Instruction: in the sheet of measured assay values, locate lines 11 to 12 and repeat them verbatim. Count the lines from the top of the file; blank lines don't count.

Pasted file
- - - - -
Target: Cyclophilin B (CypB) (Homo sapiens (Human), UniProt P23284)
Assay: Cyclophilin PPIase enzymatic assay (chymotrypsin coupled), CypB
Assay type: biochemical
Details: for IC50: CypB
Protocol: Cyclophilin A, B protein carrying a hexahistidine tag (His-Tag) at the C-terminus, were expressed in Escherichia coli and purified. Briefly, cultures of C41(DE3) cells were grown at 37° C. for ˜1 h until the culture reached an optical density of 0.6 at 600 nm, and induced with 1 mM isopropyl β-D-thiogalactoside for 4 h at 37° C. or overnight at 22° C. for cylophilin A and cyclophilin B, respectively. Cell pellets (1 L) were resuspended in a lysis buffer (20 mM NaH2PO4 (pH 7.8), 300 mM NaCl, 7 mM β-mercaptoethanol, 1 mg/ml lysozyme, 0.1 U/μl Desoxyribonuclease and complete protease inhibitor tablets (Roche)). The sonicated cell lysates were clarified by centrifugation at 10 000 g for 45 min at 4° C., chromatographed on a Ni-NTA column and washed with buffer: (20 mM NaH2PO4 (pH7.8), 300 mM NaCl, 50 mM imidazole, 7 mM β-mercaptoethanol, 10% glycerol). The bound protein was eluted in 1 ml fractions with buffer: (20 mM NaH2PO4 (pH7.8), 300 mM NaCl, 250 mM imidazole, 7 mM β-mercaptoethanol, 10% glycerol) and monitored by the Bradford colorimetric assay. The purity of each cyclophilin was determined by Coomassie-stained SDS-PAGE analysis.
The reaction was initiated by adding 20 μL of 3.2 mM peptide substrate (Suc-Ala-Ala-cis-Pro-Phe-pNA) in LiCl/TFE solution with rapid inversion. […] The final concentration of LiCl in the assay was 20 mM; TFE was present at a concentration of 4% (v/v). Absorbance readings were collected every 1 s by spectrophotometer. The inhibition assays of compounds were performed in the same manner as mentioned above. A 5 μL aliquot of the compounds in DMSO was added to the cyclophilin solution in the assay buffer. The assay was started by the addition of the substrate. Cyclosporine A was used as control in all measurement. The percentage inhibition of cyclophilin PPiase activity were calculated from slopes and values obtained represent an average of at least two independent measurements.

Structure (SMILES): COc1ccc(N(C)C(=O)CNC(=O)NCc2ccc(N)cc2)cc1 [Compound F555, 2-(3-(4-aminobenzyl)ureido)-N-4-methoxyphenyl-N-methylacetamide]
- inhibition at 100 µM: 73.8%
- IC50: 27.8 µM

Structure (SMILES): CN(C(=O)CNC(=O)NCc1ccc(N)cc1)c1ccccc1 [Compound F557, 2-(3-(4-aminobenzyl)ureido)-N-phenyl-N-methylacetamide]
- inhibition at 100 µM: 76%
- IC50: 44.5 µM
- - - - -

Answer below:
- inhibition at 100 µM: 76%
- IC50: 44.5 µM